TurboGrafx-16/PC Engine development - Alddee
Last updated on January 31, 2012, 8:35 by Sebastian Mihai
This little project is special because of the way it was conceived. Its design, visuals, and name, all come from a dream. I had spent the previous evening thinking about what game to make next, but I couldn't come up with anything.
Then I went to bed and in my dream, I was approaching something resembling an arcade machine. The name "Alddee" was written somewhere, and I started playing it. After I woke up, I tried remembering exactly what it looked like, and I transcribed it on a sheet of paper as soon as I could. Here is a scan:
It's not really a complete game, but that's the point. It didn't make sense in my dream, so that's how I'm making it here.
Programming the TurboGrafx-16 (called PC Engine in Japan) was decently easy. In fact, the HuC compiler allows for the easiest to use image/palette loading methods I have seen. On the other hand, it expects source code to follow the old ANSI C standard, with the crazy function definitions with the types of their arguments specified between the argument list and the function block. Also, no single line comments, no variable initialization and declaration in a single statement. I hacked this together this in about a day, so its code quality isn't great.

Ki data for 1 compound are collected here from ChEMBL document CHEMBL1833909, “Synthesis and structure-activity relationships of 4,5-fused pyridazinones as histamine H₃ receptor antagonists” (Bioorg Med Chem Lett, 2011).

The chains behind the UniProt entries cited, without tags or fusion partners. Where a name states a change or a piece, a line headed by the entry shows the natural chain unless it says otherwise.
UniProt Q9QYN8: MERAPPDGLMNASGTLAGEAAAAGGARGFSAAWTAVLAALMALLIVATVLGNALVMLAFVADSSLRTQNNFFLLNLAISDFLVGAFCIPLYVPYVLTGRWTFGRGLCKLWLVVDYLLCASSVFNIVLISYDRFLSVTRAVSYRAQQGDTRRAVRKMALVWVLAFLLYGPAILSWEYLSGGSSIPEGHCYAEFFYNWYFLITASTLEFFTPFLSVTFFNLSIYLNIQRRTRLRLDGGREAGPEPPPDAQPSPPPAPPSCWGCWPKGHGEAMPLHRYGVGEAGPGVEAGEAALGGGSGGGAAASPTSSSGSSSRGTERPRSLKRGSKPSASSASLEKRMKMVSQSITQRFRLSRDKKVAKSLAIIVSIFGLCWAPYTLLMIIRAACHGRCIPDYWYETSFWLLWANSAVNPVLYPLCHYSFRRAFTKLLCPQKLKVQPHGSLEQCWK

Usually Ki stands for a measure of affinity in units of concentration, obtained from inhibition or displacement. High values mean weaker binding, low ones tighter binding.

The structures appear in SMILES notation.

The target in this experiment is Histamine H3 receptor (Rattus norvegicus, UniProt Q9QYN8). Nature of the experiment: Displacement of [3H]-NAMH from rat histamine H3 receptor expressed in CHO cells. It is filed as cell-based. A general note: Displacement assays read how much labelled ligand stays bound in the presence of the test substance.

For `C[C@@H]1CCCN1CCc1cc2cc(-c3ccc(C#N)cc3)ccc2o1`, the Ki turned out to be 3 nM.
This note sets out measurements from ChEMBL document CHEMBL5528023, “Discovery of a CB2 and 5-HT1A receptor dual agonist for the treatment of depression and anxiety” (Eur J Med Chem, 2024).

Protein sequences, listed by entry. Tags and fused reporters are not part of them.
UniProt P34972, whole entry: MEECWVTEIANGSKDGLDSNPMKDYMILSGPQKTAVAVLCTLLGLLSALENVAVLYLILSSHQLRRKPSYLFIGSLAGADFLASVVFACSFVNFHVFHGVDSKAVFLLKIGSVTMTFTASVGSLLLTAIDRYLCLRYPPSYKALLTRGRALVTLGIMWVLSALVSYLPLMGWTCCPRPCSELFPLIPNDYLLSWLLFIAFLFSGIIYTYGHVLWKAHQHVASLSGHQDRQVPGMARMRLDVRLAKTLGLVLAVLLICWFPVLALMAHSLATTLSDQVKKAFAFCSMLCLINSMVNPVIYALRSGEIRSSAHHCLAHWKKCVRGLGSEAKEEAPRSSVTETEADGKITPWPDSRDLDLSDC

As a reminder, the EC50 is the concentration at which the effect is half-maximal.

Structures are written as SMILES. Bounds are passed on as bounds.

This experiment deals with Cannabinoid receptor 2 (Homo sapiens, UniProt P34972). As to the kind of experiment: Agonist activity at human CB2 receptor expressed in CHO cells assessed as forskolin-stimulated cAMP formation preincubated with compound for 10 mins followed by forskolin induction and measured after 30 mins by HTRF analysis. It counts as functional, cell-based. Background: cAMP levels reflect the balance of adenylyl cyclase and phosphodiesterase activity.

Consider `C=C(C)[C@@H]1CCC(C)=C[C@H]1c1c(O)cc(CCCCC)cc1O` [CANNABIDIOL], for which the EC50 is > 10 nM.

- the Alddee game rom. Plays in a TurboGrafx-16 or PC Engine emulator
- the source code for Alddee. I admit it's a bit messy, but I think it shows the basic elements needed to code a game on this platform.
- the entire HuC dev kit. It contains all you need to develop for the TurboGrafx-16. It contains the source code for Alddee, along with a bunch of other sample projects. All projects are found in the source directory. Their makefiles assume the dev kit is installed in C:\huc The kit also contains the xpce emulator.
- a nice TurboGrafx-16 emulator. It is in Japanese, but since it doesn't have a myriad of options, it is pretty easy to use.
If you use the materials on this page, or any other page on this web site, you do so at your own risk. They are provided "as is". No warranty is provided or implied. I neither guarantee that the materials will work, nor that they will not be harmful in any way.